There was a recent study published in the British Medial Journal that unfortunately attracted a number of misleading and unhelpful headlines.
The study title was : "Dementia and Physical Activity trial of moderate to high intensity exercise training for people with dementia: randomised controlled trial". But - headlines referring to it included "exercise doesn't help in dementia" or "benefits of exercise in people with dementia called into question".
The study itself was interesting, but, the reporting missed the point. Its not ALWAYS about the ‘cure’!
Sure, the exercise didn’t achieve an outcome of improving diagnosed cognitive measures, BUT why is that the only possible useful outcome reported? It improved physical fitness and I am more than willing to bet that the increased the amount of time spent with the participants had benefits way beyond mere medically measurable outcomes. Far too often, time constraints on carers (and in this study, where participants were not in residential care, the lack of training in exercise of non-professional carers) mean that those with dementia do less and less activity, and engage less and less with the world around them – which is damaging in itself in many more ways than a direct cognitive impact.
These researchers compared the exercise group to another receiving ‘usual care’ – the exercise group received instruction and at least 3 hours a week in a supervised exercise class as well as support to help them stay engaged and do activities at home, for 4 months – that’s lots of time spent getting to know the participants and engaging with them. In contrast, the control group had ‘usual care’ – There was no control for social engagement – no 3 hours a week for 4 months spent just chatting or otherwise engaging with this group.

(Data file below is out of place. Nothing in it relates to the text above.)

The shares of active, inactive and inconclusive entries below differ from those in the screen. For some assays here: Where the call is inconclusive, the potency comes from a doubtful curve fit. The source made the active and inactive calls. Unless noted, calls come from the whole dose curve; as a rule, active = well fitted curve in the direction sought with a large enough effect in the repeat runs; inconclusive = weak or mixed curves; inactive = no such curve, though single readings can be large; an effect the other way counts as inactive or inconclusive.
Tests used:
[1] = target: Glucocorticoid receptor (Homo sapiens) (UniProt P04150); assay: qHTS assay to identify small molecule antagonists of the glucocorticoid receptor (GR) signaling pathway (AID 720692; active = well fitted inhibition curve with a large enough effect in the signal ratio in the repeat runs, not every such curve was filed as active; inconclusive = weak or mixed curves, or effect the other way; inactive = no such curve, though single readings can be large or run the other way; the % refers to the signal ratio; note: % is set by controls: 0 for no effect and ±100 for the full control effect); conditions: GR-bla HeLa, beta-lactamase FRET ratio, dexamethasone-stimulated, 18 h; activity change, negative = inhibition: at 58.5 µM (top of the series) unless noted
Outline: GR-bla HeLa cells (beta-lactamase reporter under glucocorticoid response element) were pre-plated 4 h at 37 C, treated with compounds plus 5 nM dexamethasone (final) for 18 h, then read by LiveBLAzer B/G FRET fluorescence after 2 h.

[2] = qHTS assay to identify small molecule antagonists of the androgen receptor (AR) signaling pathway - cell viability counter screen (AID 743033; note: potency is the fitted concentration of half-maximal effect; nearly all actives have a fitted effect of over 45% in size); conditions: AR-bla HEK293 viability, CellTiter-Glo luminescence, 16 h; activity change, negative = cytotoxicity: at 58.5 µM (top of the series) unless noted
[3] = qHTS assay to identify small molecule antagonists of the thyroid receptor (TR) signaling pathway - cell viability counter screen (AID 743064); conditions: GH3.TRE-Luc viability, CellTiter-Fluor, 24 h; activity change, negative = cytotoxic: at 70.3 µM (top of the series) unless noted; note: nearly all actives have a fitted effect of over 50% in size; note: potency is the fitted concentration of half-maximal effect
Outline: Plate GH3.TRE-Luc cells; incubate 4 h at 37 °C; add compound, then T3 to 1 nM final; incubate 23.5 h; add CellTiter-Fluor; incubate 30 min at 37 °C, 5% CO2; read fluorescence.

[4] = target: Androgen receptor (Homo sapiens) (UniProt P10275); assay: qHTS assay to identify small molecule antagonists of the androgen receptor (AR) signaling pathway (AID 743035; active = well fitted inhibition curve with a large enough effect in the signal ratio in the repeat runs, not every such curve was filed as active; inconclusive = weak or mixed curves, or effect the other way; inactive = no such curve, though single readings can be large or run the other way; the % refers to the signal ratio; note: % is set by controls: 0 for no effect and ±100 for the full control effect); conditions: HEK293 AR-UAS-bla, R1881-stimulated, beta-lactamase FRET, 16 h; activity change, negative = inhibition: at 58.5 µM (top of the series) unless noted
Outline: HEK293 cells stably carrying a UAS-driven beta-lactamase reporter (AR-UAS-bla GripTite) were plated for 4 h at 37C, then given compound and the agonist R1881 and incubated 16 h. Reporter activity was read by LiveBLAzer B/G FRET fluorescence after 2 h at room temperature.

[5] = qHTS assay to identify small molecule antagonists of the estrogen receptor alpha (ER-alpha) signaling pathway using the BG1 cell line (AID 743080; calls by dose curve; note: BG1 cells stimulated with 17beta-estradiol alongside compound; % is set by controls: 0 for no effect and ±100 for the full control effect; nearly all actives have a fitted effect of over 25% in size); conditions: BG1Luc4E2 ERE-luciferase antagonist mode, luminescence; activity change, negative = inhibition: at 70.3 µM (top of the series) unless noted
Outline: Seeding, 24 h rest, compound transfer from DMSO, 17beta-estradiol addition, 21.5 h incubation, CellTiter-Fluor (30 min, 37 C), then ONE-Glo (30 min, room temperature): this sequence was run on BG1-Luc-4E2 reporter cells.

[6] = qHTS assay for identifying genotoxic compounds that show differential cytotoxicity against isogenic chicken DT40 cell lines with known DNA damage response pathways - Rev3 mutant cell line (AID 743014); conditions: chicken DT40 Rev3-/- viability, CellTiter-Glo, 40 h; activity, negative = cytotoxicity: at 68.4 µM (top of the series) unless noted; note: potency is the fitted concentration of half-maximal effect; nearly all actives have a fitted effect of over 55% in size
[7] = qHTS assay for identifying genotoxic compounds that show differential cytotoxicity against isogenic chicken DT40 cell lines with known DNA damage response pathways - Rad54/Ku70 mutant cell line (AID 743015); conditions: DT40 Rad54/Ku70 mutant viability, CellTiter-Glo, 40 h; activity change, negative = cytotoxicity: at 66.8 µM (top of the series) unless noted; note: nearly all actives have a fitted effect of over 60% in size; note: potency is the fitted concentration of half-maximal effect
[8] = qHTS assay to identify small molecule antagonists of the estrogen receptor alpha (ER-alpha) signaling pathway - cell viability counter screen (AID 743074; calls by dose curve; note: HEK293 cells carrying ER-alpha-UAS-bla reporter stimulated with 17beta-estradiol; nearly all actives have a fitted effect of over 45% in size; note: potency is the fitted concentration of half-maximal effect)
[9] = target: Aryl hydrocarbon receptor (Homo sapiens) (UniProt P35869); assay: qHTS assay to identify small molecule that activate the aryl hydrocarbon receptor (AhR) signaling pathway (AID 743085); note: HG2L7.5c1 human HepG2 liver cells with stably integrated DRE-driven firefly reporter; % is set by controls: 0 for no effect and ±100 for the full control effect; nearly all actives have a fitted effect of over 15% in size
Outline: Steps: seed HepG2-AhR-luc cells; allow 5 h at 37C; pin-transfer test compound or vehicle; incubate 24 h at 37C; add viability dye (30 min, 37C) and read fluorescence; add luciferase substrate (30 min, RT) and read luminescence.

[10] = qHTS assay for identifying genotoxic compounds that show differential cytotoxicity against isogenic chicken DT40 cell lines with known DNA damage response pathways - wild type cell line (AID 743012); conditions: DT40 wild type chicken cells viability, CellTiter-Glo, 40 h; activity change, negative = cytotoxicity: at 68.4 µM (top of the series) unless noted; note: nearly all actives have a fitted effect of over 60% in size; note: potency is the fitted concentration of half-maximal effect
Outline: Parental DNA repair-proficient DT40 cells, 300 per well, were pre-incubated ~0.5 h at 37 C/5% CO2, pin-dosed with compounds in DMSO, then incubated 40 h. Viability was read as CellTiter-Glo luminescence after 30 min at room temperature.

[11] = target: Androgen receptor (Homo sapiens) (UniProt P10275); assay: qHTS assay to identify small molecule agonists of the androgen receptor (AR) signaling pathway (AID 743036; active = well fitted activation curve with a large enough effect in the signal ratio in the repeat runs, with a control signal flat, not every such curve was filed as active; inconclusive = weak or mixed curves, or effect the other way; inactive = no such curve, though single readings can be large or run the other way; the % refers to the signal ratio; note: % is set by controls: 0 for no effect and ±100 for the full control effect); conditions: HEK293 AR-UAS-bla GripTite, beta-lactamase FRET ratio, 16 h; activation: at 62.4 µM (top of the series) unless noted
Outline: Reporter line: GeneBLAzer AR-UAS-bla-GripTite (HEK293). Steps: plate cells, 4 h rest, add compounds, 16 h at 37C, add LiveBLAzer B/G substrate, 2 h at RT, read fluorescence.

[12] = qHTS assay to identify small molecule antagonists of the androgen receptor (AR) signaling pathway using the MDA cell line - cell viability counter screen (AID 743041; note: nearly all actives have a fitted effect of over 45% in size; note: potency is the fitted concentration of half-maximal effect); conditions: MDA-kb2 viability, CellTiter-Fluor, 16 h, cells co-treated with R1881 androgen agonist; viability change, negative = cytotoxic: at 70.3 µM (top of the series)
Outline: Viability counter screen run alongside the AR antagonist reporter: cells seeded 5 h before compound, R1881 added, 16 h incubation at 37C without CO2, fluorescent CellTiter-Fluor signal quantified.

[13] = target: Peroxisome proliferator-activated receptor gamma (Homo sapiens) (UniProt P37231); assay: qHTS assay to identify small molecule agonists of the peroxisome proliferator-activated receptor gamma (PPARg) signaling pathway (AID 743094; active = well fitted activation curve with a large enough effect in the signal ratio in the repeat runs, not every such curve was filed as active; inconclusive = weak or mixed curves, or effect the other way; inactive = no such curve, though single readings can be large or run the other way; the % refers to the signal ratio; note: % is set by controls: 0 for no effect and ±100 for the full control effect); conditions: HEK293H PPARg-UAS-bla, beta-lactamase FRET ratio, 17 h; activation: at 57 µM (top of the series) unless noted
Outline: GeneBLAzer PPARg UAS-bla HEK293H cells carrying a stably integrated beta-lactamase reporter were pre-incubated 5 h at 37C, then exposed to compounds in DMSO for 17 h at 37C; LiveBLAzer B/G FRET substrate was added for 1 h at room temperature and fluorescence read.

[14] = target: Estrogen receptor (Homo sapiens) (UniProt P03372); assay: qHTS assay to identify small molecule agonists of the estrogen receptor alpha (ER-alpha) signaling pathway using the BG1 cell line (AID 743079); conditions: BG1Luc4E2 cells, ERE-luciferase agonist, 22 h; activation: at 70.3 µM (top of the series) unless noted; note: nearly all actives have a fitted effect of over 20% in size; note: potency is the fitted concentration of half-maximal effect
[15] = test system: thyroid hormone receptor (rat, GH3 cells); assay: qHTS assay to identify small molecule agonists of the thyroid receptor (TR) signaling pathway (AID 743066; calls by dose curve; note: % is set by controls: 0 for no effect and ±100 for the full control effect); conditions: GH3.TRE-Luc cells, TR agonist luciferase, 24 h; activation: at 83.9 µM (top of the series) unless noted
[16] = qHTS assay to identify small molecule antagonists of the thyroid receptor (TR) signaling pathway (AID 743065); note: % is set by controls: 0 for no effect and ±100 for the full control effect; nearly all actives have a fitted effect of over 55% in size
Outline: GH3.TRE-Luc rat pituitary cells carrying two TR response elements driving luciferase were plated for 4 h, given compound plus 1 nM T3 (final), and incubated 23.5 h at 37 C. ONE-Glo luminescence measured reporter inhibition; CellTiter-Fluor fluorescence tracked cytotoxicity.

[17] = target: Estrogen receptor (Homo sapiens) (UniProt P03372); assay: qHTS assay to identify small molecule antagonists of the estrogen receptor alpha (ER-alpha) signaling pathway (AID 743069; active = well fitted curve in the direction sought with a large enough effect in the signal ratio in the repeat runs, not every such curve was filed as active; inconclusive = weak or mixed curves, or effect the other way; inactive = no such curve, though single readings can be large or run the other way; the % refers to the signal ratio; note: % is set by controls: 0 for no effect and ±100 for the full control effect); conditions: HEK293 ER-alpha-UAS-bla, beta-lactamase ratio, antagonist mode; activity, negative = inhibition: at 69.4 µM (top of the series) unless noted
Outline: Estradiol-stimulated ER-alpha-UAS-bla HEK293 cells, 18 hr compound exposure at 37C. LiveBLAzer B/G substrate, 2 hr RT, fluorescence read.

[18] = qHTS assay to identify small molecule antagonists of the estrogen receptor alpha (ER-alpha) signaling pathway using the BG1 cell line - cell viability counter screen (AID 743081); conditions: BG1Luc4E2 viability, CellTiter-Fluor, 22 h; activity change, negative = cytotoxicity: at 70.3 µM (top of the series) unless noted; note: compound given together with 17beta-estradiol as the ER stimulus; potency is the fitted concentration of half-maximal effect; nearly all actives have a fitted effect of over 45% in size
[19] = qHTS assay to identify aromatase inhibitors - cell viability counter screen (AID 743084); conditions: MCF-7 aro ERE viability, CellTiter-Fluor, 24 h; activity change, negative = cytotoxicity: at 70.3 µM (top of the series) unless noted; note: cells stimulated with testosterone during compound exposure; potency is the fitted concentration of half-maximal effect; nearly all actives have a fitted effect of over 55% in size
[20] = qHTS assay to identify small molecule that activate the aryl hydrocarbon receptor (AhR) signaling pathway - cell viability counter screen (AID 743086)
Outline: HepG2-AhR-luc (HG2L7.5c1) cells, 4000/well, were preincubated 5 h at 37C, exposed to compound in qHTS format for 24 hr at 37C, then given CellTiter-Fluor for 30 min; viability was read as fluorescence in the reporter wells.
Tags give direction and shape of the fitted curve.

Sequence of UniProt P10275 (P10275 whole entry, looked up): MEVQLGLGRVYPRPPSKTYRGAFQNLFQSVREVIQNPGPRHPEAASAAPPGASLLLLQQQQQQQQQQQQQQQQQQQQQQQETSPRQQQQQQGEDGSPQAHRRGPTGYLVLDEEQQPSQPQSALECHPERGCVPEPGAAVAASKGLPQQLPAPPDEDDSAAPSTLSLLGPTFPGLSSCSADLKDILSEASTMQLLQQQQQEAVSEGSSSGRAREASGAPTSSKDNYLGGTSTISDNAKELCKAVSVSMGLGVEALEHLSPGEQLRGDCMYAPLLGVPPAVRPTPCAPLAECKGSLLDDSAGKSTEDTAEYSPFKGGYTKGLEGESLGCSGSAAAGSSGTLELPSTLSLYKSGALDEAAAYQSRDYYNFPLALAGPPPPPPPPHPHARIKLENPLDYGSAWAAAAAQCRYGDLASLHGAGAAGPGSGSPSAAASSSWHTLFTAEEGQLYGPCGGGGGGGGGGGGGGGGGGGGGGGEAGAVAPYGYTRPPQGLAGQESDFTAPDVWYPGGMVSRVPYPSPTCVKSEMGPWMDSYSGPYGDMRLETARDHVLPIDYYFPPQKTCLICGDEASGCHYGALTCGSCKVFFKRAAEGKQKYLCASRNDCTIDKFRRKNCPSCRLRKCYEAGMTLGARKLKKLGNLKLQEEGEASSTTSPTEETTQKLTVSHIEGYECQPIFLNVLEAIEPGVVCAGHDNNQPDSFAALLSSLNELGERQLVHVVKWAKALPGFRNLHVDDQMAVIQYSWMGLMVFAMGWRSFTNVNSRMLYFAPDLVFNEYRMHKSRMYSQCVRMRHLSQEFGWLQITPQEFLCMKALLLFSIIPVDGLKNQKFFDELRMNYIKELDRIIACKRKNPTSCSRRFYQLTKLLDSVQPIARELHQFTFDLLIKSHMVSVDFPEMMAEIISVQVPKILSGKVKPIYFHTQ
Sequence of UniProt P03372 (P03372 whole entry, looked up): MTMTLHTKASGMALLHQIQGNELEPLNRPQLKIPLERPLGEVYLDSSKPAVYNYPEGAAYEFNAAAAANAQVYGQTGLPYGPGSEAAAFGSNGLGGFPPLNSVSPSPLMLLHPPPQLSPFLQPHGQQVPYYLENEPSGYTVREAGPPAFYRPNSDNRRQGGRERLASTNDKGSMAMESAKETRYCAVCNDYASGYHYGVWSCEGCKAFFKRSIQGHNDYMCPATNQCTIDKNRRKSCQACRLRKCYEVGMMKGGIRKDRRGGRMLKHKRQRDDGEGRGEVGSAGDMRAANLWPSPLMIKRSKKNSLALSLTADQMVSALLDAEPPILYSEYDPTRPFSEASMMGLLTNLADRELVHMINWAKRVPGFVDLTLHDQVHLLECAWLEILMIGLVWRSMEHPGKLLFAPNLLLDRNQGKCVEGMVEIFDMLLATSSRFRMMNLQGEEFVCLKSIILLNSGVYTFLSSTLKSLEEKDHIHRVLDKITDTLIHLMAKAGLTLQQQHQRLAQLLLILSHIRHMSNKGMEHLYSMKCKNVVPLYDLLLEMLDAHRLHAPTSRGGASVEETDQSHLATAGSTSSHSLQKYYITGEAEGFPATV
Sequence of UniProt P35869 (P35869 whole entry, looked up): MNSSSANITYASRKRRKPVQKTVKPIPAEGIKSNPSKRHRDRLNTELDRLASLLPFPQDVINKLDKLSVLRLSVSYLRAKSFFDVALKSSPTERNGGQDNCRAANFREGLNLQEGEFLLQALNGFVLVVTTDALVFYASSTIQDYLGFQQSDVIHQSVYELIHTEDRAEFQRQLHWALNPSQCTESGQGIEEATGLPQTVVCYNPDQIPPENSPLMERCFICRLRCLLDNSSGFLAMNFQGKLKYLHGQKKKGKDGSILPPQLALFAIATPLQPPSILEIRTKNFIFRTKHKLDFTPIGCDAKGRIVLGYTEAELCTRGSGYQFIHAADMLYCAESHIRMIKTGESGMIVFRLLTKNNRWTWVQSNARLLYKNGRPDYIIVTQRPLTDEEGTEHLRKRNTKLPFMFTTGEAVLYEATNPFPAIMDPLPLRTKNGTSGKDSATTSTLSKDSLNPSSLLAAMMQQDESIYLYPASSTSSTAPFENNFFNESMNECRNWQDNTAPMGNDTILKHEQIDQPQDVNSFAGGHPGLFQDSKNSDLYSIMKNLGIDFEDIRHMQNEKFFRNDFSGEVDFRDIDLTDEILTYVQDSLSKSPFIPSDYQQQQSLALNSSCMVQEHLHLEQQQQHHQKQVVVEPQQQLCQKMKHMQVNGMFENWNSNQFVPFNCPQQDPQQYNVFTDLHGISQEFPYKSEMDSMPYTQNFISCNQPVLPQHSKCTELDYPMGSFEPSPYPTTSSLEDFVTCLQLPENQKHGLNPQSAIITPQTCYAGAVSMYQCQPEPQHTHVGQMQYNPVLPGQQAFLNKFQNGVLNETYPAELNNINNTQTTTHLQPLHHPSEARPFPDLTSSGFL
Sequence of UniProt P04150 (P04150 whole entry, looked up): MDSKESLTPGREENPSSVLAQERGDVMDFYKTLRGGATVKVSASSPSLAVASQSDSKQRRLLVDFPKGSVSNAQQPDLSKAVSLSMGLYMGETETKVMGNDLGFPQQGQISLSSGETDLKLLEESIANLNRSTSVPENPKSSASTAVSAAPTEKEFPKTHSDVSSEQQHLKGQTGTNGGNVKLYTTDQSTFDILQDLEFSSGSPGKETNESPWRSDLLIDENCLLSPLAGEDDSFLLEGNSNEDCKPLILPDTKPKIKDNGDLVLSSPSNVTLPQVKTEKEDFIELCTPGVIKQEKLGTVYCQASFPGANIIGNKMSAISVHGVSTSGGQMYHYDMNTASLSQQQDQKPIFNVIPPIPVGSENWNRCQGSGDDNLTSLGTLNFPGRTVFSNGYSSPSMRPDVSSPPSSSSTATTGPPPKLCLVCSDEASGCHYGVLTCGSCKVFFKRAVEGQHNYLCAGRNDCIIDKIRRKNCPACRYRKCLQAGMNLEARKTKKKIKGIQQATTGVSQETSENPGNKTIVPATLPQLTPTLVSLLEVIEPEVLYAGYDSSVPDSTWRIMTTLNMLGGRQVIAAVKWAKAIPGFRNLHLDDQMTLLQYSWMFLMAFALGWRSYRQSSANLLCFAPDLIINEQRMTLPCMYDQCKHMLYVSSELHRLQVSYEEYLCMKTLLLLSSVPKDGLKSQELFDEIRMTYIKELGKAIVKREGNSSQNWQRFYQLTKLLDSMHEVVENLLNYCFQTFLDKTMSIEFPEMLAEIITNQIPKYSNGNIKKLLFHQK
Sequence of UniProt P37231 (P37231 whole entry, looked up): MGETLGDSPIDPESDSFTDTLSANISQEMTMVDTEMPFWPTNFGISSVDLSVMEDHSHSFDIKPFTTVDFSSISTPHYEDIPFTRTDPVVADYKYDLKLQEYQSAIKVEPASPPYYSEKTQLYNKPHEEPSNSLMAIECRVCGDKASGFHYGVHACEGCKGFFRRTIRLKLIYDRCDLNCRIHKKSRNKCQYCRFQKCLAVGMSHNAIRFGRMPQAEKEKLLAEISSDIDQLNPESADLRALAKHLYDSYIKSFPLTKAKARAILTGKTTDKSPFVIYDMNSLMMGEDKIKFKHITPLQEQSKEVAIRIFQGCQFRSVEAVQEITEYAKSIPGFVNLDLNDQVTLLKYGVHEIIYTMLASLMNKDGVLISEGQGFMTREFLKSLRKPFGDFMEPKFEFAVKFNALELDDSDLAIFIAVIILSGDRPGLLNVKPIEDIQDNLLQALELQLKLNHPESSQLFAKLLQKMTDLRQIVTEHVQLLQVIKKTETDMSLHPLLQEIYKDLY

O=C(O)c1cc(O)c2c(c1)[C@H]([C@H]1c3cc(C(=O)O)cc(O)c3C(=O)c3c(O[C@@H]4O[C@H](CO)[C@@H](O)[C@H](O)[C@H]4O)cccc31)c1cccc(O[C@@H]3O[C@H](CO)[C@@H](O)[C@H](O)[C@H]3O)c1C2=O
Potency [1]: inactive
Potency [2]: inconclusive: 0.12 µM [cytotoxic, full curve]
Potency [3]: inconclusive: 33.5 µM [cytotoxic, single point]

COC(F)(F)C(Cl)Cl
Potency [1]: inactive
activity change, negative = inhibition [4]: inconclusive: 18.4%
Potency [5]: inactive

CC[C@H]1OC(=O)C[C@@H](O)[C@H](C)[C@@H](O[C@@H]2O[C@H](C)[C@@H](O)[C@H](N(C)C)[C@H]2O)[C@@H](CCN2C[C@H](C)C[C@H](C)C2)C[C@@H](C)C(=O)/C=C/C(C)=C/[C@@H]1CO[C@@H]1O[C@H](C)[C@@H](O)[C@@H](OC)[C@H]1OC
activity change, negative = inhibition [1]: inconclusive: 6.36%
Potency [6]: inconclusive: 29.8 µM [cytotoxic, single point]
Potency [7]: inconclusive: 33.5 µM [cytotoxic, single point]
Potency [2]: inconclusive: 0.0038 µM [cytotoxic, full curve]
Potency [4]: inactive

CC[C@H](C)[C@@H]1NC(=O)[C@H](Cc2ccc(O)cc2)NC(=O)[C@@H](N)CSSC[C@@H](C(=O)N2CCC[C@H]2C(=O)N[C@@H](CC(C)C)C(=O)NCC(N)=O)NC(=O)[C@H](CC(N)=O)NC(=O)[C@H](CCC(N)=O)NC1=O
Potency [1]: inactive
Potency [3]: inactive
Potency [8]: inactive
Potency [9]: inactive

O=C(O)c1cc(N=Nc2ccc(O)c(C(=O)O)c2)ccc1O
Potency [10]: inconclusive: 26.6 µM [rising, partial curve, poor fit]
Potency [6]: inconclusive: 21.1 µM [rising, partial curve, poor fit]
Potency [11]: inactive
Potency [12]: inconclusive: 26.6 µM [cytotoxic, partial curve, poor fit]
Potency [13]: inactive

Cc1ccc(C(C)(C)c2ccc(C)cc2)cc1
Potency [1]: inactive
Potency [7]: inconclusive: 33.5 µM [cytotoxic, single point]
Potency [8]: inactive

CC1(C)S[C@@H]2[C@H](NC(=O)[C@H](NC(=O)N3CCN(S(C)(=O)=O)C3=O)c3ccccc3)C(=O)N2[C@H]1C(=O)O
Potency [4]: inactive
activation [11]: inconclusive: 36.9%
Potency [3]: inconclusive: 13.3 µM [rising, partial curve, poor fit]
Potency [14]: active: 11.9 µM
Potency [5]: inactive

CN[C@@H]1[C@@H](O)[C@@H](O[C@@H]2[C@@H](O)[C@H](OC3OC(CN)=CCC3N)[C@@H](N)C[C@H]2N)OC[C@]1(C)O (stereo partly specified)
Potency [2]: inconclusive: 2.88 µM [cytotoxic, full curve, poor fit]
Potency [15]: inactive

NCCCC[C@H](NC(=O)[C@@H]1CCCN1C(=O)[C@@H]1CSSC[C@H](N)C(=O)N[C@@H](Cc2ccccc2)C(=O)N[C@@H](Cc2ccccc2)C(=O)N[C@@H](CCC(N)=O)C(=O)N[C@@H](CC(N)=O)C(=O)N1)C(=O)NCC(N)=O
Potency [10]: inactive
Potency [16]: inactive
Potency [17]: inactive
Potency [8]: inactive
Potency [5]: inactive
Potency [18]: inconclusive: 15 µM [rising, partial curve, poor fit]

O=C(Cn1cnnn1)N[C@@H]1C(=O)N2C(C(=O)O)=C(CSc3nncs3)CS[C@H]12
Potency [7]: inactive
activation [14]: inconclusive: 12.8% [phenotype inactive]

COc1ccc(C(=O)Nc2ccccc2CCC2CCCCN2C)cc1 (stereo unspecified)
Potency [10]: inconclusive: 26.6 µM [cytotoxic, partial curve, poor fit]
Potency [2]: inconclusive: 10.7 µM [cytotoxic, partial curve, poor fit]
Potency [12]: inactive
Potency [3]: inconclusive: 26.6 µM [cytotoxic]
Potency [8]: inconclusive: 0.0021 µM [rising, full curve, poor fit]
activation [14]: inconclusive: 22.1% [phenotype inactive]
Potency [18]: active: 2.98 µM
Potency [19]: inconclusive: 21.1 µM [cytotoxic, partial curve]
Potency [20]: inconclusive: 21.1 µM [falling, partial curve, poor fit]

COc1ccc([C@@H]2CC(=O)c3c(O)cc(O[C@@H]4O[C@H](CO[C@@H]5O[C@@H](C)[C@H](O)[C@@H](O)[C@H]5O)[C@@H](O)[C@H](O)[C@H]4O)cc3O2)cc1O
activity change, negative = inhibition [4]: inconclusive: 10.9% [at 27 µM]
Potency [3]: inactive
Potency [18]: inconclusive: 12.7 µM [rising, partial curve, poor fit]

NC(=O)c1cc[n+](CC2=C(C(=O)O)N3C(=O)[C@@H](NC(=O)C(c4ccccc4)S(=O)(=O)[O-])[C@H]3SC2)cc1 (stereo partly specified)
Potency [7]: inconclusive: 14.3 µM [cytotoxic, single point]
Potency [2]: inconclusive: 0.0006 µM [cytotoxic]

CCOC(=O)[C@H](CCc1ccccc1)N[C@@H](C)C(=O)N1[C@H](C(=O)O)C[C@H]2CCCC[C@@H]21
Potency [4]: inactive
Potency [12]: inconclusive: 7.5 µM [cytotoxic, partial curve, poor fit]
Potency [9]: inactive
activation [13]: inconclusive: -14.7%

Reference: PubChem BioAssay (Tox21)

People living with dementia deserve better. YES, it would be fabulous to find a ‘cure’ and we do know that exercise is one of a raft of preventive measures that can reduce dementia risk. BUT, the headline of this study ‘that the benefits of exercise are called into question’ (or worse in other media reports of this study that it ‘doesn’t work’!) is just not helpful and is too simplistic. And this study, had they considered more than just measurable cognitive outcomes, might have demonstrated the benefits beyond those. That’s not criticise the study itself as I said: it is good work – the problem is in the reporting and the headlines given: wider review of the literature reveals that the benefits of exercise in dementia more generally are not ‘called into question’ – engaging in physical activity reduces social isolation, increases appetite so reduces the chance of ongoing malnutrition, helps reduce falls and no doubt assists in minimising feelings of helplessness in carers given a focus in assisting their loved one. This sort of reporting sadly might reduce the chance that community care organisations and individuals encourage engagement in exercise for people living with dementia. That would be a very disappointing outcome indeed.